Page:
On March 10, a Boeing 737 Max 8 plane operated by Ethiopian Airlines crashed soon after taking off from Addis Ababa, Ethiopia, at around 8:30 a.m., killing all 157 people on board. According to Ethiopian Airlines, contact with the plane was lost at 8:44 a.m., just a few minutes after it took off. In October 2018, a Lion Air-operated 737 Max 8 crashed into the Java Sea just minutes after taking off from the Indonesian capital of Jakarta. All 189 passengers onboard were killed.
In both crashes, the plane's new flight control system, the Maneuvering Characteristics Augmentation System (MCAS) has been implicated as a cause. The MCAS, initially designed to be a safety feature, is supposed to evaluate sensor data and push the plane's nose down to keep it from stalling in the event that the nose of the plane is too high.
According to "two people involved in testing in recent days," who spoke anonymously to the New York Times, "under conditions similar to the Lion Air flight, three engagements over just 40 seconds, including pauses, would send the plane into an unrecoverable drive," the report states. In other words, pilots had around 40 seconds to counteract the activation of the planes' MCAS, which can be triggered by mistake.
Under the MCAS' current design, pilots can reverse the pushing of the plane's nose down "via a switch at their thumb," according to the New York Times. By doing so, pilots can extend the 40-second window to avoid a crisis. However, to completely stop the system from being triggered, pilots would have to "shut off the electricity to a motor" that allows the MCAS to "push the plane toward the ground."
Before the Lion Air jet crashed, the pilots attempted to override the MCAS by using the thumb switch more than a dozen times, the New York Times reported. However, the MCAS continued to be triggered due to faulty airspeed sensor readings.
In recent simulations, pilots were able to halt the system and land the jets safely. However, they did so with more detailed knowledge of how the system actually works, which the pilots in the two deadly 737 Max 8 crashes did not have.
According to John Cox, an aviation safety consultant and a former 737 pilot, the thumb switch can increase the 40-second window pilots have to avert a disaster to several minutes. However, that still might not be enough time for crew members unfamiliar with the nuances of the system.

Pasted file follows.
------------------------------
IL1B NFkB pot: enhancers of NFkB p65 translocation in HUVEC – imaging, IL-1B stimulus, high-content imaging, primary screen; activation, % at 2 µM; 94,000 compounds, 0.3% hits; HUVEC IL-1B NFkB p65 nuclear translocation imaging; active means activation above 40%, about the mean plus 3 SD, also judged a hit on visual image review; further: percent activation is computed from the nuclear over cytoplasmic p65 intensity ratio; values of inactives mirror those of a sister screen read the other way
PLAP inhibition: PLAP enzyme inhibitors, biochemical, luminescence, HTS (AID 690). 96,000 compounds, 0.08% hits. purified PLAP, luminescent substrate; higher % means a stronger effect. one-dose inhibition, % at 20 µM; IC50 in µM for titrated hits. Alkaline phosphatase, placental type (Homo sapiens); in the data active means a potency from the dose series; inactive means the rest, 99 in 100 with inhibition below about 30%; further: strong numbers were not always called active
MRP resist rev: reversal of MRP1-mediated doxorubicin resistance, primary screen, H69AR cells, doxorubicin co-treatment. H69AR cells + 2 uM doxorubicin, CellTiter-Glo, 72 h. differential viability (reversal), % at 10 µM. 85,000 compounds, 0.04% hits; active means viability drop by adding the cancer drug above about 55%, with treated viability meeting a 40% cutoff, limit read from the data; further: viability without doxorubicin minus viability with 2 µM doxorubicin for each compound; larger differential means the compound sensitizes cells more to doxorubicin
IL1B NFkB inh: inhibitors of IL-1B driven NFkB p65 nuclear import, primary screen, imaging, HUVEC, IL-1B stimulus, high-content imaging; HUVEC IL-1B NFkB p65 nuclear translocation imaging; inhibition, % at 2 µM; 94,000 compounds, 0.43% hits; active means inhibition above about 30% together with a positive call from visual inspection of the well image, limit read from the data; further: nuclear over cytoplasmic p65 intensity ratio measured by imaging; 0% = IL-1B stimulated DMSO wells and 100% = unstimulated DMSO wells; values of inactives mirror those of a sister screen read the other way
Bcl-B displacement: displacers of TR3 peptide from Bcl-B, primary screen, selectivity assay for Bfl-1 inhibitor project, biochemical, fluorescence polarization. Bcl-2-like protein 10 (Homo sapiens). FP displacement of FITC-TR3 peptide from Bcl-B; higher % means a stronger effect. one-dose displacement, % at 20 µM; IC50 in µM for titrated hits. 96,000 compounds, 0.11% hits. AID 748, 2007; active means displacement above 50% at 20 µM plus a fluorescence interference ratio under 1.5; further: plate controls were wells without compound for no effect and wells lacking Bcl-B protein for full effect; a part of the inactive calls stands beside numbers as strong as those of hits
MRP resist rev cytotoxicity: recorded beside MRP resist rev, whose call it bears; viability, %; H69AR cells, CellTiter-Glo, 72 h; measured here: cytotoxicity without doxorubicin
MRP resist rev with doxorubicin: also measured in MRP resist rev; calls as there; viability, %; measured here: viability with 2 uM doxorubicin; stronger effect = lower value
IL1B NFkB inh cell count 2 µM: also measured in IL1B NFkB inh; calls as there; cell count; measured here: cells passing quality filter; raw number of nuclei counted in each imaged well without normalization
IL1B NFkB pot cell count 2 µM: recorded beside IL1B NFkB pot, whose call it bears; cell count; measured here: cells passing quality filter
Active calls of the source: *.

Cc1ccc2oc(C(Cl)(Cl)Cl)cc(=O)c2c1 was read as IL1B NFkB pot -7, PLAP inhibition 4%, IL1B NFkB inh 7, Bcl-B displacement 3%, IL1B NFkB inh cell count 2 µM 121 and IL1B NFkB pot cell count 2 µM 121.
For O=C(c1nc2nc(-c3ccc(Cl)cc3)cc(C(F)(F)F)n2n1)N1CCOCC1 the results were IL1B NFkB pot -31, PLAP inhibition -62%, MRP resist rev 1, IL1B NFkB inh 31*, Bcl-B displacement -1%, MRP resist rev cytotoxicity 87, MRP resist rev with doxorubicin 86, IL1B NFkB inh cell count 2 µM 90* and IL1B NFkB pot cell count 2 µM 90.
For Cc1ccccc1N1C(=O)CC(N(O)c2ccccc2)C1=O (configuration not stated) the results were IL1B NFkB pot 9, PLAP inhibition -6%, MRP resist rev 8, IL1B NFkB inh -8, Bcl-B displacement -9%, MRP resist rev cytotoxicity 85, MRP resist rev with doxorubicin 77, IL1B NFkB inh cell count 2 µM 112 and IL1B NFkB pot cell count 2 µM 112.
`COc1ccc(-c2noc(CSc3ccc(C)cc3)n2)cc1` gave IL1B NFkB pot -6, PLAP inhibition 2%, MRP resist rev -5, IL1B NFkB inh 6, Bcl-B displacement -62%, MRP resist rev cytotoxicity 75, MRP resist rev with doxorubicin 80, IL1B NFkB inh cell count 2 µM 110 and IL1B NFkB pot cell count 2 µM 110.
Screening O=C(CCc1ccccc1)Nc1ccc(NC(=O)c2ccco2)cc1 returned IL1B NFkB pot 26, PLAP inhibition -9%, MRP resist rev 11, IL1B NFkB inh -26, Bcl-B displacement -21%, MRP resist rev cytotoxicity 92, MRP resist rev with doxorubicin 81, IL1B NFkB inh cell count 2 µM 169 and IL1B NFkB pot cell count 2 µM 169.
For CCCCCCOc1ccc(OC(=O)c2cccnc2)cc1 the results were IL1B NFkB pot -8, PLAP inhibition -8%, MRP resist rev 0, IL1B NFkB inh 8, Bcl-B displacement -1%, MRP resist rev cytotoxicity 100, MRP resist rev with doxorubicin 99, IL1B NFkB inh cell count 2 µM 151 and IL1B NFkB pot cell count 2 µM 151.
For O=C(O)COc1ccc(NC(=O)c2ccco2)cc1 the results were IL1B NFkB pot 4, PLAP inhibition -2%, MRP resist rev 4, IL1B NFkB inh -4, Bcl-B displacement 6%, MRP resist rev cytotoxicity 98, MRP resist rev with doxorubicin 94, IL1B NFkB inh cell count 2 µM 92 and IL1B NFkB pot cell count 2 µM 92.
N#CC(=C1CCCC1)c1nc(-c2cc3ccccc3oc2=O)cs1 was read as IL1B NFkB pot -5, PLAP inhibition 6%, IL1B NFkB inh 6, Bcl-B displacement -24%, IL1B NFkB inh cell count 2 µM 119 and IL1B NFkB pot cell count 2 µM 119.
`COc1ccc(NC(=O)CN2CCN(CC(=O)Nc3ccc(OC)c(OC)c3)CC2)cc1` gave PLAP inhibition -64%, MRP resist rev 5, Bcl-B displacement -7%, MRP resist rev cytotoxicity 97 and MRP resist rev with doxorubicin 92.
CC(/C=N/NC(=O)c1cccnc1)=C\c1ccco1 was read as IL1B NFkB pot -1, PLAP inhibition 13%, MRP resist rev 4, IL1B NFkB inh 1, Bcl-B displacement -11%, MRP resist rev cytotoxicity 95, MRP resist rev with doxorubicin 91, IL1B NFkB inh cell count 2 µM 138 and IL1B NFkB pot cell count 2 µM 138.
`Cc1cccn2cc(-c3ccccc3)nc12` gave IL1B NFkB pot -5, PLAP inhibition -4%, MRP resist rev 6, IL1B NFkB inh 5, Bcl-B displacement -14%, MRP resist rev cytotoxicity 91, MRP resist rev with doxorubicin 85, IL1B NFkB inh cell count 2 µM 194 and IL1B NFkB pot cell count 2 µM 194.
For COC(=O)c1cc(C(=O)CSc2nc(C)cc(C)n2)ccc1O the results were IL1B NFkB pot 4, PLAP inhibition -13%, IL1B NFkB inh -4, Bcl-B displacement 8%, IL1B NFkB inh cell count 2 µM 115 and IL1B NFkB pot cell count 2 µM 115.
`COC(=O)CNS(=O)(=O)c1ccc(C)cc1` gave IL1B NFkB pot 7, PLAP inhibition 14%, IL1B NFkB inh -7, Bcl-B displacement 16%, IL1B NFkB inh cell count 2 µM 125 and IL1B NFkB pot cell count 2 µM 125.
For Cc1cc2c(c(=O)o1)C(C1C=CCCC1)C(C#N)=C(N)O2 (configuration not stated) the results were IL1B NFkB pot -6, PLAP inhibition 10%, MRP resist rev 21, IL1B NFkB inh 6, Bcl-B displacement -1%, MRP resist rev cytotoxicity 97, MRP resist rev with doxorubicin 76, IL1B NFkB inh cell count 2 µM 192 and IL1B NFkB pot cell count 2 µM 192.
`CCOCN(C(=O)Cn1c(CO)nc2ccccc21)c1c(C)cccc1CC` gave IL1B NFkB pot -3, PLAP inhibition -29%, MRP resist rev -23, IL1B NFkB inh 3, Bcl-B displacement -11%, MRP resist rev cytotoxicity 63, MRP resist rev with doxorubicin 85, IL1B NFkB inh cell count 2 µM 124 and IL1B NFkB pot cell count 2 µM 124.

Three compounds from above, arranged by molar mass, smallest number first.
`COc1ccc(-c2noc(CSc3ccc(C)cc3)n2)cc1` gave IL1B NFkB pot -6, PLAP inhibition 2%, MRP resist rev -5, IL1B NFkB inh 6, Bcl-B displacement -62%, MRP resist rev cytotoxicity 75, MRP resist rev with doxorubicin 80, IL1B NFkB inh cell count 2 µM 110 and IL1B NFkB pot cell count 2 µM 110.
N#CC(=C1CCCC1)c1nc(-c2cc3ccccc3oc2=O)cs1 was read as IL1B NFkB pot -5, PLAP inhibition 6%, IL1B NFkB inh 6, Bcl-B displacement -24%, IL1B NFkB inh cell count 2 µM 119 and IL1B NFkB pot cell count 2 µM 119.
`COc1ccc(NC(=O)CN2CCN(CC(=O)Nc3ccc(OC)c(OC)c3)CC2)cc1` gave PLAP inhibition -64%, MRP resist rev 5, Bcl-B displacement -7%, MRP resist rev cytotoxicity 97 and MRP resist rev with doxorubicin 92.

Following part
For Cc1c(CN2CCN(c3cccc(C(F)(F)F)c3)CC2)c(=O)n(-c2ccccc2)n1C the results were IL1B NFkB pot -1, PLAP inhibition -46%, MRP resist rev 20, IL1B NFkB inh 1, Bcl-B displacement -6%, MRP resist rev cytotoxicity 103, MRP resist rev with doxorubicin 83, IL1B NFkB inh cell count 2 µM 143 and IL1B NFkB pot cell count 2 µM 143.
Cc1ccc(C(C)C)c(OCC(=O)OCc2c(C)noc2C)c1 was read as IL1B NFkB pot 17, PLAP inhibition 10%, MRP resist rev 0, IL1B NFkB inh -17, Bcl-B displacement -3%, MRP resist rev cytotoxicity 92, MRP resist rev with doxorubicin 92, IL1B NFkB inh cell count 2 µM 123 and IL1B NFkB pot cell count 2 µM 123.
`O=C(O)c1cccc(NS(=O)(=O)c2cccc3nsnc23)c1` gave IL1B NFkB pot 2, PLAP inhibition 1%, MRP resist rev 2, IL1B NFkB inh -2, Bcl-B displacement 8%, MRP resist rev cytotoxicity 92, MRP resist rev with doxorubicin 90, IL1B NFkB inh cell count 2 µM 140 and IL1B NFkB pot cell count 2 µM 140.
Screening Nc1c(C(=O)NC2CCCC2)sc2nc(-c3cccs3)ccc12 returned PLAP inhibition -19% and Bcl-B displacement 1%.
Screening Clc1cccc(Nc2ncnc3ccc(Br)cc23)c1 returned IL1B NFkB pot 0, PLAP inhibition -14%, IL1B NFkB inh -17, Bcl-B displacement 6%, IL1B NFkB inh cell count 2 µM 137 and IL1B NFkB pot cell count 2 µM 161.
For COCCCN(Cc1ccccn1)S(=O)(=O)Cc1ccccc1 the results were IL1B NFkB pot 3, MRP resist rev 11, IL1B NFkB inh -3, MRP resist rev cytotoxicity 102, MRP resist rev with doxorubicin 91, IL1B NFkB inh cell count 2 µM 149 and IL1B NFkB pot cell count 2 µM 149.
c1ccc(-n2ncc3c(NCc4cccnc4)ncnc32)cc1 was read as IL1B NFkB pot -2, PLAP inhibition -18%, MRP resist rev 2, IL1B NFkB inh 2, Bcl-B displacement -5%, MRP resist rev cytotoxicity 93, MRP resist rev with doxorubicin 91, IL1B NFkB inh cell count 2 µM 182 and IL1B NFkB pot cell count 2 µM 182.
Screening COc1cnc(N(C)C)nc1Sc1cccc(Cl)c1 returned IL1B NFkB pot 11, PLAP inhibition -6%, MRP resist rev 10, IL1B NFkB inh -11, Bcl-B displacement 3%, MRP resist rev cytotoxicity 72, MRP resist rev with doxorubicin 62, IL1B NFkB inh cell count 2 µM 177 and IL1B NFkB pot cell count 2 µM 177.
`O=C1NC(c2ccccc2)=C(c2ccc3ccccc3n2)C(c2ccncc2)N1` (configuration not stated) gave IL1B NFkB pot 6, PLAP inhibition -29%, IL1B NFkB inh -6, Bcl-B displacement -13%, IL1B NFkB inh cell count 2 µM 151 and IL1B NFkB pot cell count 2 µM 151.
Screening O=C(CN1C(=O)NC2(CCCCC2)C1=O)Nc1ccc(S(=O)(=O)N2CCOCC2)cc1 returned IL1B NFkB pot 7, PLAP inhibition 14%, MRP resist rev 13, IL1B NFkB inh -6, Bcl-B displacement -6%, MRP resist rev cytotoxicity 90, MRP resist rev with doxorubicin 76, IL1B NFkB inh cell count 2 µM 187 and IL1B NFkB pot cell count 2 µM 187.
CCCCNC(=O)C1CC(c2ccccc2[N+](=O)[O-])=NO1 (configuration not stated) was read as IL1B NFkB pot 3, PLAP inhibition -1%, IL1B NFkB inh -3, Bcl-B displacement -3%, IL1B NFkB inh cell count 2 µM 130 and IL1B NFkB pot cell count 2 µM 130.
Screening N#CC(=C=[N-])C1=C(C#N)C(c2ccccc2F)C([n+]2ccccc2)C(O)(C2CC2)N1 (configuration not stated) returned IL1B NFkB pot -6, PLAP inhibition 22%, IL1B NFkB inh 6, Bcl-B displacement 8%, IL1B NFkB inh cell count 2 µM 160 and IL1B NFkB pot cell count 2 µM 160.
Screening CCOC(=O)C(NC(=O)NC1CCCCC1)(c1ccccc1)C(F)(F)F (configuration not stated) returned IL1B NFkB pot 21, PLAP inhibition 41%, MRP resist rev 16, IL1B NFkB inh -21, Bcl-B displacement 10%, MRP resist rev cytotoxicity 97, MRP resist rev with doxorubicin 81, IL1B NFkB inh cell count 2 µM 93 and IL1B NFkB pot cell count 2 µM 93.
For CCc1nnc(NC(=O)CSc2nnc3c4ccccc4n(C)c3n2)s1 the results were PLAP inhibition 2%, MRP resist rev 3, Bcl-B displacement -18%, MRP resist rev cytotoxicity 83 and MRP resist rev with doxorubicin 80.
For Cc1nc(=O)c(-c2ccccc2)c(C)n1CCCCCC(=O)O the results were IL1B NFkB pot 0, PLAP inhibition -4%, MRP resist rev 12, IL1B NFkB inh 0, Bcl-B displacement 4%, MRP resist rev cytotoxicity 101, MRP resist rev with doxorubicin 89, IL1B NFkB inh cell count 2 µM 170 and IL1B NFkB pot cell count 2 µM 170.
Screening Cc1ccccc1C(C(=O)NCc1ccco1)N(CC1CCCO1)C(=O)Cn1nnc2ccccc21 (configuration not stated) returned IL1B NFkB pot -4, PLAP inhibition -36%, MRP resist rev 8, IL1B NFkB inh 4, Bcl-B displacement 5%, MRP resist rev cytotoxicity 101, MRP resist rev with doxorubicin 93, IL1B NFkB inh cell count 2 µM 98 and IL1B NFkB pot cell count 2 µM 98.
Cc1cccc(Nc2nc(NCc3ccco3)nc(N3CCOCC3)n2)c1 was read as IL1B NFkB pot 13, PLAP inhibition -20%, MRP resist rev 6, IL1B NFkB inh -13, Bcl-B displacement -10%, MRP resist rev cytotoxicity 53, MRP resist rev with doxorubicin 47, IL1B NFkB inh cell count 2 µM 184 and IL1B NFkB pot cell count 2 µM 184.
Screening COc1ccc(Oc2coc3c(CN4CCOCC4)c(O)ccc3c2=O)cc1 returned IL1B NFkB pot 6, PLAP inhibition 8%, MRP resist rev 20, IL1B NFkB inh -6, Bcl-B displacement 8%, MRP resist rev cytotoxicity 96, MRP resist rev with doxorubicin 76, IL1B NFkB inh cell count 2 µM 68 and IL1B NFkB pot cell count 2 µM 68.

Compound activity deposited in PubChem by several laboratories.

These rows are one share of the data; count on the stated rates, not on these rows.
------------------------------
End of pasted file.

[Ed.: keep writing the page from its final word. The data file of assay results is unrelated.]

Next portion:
"There is a limited window to solve this problem, and this crew didn't even know that this system existed," Cox told the New York Times.
Boeing has developed new software to fix the suspected glitch believed responsible for the deaths of 346 people. On Monday, the American manufacturer announced that it will provide free software updates to airlines that have purchased the 737 Max 8 jets. In addition, Boeing has started conducting software training for more than 200 airline pilots, technical experts and regulators in Renton, Washington.
The US Department of Transportation also released a statement Monday announcing the "establishment of an expert Special Committee to review the procedures of the Federal Aviation Administration (FAA) for the certification of new aircraft, including the Boeing 737 MAX."
"Safety is the number one priority of the Department, and this review by leading outside experts will help determine if improvements can be made to the FAA aircraft certification process," said Secretary of Transportation Elaine L. Chao, according to the press release.
Days after the the Ethiopian Airlines crash, a number of countries including China, India, Egypt, Vietnam and EU states began blocking the Boeing 737 Max 8 from their airspace. About two weeks ago, after many criticized the FAA for their initial refusal to ground the jets in question, US President Donald Trump also announced that he would ground the planes until Boeing arrived at a solution to the safety issues.